• Inspect the property. This is the step you’ll take right before the tenant leaves. With a copy of the contract or a maintenance checklist in hand, walk through the property with the tenant and note any damages or cleaning charges that will come out of the tenant’s security deposit. It’s always a good idea to take photo evidence. That way you have a picture of what the damages looked like before your new tenant moves in and your old tenant will have a difficult time disputing the claims.
  • Get the security deposit in order. Based on your assessment of the property upon move out, you’ll be able to calculate just how much they’ll get back. It’s also a good idea to get a self-addressed and stamped envelope so that you can mail the tenant a check if you don’t handle the deposit online.
  • Collect the keys. It’s amazing how easy it is to forget to do this when your tenant leaves, but it’s one of the most important steps.

Create a Tenant Checklist

One of the best ways to make the move-out process easy on the tenant is to create a tenant checklist. This will remind them of their particular responsibilities and help them help you leave the property in good order. Though your checklist will be specific to your lease agreement and property, here are a few things you might want to add to your own tenant checklist.

  • Submit all damages in writing.
  • Schedule a pre-checkout inspection.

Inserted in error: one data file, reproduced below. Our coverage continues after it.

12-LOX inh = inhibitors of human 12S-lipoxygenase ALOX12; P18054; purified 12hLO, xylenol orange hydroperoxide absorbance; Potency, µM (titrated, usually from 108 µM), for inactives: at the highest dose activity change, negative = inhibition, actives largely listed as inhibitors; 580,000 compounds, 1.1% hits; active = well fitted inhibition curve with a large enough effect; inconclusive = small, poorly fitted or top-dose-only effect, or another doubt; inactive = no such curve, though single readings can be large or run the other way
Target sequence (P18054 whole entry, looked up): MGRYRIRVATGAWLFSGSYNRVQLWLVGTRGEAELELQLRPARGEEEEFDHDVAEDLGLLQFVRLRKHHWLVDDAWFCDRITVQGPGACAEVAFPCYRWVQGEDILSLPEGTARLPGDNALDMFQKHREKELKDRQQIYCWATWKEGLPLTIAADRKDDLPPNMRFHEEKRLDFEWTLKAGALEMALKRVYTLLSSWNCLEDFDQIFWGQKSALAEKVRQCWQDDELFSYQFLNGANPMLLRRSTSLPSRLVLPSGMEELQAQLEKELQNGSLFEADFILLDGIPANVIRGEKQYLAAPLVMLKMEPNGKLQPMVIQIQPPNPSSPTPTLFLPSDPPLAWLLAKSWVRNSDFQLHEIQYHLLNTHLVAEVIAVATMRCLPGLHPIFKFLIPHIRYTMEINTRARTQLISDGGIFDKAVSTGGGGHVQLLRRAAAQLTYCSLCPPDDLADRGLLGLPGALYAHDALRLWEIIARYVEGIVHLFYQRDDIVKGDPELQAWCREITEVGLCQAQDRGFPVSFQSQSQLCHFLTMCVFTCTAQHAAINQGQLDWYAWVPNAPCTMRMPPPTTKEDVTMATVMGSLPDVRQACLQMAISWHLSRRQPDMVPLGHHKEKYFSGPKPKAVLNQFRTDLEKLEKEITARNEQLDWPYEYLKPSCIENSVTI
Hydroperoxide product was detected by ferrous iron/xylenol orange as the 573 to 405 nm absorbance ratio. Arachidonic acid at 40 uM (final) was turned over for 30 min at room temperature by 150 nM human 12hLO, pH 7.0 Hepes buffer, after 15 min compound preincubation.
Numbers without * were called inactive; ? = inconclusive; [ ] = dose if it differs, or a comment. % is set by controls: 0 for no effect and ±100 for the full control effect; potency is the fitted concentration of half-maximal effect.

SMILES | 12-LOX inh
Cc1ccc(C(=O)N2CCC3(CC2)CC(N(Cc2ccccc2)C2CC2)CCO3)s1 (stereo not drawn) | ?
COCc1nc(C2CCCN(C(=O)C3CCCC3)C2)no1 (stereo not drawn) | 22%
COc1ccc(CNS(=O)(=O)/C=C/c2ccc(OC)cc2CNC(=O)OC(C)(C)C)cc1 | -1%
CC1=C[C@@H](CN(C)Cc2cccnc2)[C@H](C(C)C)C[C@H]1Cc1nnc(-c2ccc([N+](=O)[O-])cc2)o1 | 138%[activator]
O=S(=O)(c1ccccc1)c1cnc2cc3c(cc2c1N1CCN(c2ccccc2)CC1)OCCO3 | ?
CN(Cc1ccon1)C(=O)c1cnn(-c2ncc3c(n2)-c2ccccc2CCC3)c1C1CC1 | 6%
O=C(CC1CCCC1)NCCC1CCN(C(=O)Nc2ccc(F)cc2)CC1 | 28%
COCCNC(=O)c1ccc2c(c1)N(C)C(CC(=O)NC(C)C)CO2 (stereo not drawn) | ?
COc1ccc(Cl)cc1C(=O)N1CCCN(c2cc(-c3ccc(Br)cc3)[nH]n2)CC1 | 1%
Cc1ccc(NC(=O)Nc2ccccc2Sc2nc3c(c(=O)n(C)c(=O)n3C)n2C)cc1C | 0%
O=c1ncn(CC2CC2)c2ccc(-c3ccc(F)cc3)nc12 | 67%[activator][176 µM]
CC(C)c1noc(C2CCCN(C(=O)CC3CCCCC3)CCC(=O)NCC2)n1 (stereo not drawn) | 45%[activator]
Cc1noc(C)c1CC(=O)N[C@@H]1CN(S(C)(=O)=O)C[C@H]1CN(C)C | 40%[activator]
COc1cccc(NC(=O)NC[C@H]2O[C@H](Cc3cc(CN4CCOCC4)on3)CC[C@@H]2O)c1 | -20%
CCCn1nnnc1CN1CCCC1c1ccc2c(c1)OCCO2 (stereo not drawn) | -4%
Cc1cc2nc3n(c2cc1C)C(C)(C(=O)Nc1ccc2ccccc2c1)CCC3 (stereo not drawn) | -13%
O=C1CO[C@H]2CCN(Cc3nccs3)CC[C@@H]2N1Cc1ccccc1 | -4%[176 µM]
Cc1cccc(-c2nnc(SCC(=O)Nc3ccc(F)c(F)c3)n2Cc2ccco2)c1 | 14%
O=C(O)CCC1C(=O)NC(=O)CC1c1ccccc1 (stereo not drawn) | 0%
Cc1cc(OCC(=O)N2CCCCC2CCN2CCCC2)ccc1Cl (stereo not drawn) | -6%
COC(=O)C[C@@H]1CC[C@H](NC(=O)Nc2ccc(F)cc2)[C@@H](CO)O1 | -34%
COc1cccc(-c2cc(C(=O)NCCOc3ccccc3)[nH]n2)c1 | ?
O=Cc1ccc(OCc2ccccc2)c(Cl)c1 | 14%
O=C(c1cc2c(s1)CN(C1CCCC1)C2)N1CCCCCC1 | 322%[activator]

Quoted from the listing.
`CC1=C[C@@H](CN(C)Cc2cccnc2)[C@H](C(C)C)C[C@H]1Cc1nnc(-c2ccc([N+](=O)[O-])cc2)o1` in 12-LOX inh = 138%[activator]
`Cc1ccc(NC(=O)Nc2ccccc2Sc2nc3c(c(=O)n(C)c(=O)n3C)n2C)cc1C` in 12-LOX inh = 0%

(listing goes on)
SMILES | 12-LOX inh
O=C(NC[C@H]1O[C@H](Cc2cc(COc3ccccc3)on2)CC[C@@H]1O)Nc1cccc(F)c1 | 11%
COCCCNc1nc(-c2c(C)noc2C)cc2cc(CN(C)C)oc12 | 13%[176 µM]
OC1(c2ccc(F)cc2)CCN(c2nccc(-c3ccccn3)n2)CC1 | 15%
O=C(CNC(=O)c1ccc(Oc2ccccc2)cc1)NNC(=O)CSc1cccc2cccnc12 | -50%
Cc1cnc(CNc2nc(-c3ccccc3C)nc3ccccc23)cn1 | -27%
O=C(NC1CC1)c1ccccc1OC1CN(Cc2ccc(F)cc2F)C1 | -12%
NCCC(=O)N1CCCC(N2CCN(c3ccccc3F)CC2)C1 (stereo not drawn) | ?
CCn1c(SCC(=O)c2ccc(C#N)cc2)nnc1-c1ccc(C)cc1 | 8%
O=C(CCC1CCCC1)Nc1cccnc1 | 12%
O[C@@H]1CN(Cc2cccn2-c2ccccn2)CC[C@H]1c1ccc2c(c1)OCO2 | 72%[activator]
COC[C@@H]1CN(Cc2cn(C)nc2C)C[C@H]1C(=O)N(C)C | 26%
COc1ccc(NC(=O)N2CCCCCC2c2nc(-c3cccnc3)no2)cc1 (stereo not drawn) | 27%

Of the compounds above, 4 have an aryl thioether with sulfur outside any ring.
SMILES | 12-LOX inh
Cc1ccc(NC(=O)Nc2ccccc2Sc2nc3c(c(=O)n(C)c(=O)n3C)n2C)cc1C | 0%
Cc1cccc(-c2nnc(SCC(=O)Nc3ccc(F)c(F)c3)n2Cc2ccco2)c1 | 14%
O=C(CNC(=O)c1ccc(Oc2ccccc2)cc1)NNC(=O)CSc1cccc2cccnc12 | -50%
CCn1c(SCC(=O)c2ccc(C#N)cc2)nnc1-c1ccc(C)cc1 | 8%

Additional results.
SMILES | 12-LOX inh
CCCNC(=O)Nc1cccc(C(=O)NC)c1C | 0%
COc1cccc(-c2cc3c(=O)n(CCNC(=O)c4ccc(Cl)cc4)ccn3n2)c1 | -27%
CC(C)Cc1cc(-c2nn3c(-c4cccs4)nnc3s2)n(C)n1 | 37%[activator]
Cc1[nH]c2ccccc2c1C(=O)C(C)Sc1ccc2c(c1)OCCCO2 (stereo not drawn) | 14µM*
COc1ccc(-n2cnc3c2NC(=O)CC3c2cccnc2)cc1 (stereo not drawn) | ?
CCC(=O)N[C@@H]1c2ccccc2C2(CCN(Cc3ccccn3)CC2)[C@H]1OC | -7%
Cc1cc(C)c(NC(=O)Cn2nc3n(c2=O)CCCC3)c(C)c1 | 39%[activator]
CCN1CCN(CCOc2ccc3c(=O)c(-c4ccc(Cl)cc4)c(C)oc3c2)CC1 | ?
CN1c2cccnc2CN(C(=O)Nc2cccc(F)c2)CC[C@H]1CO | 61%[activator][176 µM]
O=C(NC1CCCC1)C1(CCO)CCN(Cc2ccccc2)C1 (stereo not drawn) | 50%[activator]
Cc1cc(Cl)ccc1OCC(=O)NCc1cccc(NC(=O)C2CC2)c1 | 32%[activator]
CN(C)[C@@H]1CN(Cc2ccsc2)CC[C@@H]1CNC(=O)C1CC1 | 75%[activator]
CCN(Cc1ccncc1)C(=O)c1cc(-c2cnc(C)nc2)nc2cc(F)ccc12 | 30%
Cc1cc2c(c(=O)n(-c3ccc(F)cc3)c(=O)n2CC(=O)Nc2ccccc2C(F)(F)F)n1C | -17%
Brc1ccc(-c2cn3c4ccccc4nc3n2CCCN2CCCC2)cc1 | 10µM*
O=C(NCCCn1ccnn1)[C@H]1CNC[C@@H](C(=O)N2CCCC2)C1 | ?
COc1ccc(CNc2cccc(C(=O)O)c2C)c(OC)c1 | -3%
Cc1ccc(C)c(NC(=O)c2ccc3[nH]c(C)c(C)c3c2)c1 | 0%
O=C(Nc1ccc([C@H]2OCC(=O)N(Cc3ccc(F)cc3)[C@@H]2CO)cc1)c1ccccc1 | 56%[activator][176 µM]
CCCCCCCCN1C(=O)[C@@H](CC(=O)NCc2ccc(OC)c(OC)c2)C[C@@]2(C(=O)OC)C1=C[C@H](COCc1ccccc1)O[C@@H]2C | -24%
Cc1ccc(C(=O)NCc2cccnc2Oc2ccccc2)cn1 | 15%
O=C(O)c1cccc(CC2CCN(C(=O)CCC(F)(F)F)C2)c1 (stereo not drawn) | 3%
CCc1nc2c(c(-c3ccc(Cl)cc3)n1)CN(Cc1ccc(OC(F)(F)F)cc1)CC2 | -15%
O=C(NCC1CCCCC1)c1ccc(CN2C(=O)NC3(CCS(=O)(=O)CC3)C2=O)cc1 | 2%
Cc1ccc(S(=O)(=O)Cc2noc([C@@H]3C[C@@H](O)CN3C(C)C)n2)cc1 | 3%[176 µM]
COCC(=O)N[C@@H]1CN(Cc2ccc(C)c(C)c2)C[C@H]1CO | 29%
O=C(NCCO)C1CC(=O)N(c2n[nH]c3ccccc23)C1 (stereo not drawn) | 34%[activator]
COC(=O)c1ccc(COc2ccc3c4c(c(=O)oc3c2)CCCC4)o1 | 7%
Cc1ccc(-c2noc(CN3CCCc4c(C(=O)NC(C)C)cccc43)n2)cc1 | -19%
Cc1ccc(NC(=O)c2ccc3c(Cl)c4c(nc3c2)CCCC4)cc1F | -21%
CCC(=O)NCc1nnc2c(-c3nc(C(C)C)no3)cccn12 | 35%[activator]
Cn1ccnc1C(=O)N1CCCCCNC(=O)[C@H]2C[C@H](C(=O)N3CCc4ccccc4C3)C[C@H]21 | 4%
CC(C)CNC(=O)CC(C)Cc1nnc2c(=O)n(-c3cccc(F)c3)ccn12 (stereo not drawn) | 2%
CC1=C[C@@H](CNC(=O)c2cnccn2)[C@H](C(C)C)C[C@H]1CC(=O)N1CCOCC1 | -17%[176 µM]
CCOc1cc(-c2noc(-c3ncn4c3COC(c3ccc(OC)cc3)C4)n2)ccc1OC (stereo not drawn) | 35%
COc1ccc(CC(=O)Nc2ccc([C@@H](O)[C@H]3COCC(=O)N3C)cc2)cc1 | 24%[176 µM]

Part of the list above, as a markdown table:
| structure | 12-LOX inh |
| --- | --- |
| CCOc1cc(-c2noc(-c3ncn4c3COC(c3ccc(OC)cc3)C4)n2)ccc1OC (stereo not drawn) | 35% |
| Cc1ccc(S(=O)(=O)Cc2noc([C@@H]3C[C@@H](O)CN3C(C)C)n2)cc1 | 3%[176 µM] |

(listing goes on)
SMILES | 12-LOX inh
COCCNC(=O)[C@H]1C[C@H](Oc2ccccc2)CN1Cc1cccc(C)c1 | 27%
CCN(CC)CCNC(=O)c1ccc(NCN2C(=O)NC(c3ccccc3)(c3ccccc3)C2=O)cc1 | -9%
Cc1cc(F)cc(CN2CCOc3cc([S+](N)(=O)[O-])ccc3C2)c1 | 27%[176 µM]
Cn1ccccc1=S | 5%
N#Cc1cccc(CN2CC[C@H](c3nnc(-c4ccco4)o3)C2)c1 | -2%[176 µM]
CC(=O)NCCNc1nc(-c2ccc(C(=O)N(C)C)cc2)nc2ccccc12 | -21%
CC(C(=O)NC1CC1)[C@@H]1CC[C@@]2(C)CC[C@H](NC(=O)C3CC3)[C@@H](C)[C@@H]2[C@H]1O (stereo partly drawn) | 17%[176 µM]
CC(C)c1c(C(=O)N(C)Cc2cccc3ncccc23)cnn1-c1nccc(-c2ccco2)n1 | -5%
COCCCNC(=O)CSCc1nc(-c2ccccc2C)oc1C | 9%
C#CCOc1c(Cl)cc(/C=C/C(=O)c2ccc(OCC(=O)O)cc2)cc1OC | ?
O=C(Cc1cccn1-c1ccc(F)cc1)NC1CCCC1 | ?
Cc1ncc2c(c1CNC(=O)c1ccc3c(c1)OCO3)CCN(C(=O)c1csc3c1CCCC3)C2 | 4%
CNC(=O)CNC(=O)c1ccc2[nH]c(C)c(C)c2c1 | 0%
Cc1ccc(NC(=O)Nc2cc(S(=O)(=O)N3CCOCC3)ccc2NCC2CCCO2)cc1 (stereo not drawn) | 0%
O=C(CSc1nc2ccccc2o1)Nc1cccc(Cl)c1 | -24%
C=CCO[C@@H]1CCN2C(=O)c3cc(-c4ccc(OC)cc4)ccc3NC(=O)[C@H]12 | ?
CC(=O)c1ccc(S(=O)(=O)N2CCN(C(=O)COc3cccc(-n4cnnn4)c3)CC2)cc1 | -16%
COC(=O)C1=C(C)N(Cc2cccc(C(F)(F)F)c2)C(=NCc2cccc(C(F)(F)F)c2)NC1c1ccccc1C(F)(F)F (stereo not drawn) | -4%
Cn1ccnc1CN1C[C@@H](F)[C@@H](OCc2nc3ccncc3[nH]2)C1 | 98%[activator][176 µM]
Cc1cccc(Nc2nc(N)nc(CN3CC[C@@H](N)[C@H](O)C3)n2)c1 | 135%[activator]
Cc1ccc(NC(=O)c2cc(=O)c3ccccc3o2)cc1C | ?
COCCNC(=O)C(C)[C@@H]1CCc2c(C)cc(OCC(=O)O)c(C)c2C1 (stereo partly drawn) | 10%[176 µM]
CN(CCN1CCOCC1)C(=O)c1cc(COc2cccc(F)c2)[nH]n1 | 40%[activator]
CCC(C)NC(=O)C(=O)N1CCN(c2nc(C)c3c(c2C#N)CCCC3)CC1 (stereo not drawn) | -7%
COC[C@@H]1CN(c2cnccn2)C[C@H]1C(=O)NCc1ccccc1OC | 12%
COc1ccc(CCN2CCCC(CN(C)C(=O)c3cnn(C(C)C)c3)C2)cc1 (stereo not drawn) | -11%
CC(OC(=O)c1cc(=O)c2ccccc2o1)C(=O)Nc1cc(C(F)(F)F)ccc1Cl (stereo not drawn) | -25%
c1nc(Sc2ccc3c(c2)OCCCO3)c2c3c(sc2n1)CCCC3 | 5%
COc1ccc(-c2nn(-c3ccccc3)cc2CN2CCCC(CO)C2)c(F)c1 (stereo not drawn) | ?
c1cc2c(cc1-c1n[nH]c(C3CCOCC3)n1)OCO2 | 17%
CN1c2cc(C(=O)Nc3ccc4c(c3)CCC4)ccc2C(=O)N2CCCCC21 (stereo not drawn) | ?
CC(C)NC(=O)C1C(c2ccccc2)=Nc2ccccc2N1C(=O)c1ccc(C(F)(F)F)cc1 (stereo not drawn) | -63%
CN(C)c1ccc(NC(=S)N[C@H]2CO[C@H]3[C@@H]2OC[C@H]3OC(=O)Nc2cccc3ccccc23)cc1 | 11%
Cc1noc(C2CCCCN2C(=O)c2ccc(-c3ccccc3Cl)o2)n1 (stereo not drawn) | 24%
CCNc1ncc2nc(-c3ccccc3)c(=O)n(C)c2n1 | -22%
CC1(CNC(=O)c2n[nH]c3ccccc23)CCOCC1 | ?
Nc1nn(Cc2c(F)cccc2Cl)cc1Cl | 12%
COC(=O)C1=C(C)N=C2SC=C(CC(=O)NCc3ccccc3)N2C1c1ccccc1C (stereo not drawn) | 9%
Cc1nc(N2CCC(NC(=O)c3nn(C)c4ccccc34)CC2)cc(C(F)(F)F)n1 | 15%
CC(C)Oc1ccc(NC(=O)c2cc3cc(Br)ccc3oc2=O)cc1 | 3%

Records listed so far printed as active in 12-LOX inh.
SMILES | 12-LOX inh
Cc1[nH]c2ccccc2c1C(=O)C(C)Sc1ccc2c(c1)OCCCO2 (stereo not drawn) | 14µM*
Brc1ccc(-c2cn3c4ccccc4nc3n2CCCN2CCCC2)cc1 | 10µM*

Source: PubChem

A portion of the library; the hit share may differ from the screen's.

• Clear away all personal items, including unwanted items, from the property by the designated move out day.
  • Remove all trash. Trash left on the curb will result in a deduction from the deposit.
  • Personal furnishings and belongings outside the property must be removed.
  • Replace burnt out light bulbs.
  • Return all keys, including mail and gate keys.
  • Lock all windows and doors before leaving the property.
  • Pay all utility bills up until the move out date.

It’s also a good idea to notify the tenant of their legal obligations, and then inform them in writing that you as the landlord have the right to advertise the property from the moment the tenant gives their leave of notice.

Let Invested Property Management Take Care of It For You

Each of these steps is necessary to perfecting a simple move-out process, but that doesn’t make the individual steps easy. It takes time and dedication to create a process that not only works smoothly, but also keeps you out of major legal or financial trouble down the road.

The great news is that if you rely on a great property management company like Invested PM, this process is easy. With our team of experts at your side, you’ll be equipped with the tools and knowledge necessary to help your tenant vacate the property without a hitch. We can walk you through the important steps of the process, and then come to your rescue if the tenant doesn’t leave everything in good condition. If you’re looking for a stress-free move-out situation, contact us today!

Rental Property Spring Maintenance Tips

Rental Property Spring Maintenance Tips – Protect Your Property and Save Money

Spring has arrived. With the warming temperatures comes the perfect time to complete a few simple property maintenance tasks critical to preserving the value of your home and rental properties.

Regular maintenance is a relatively low-cost way to avoid problems that could damage your home later and rack up big repair bills.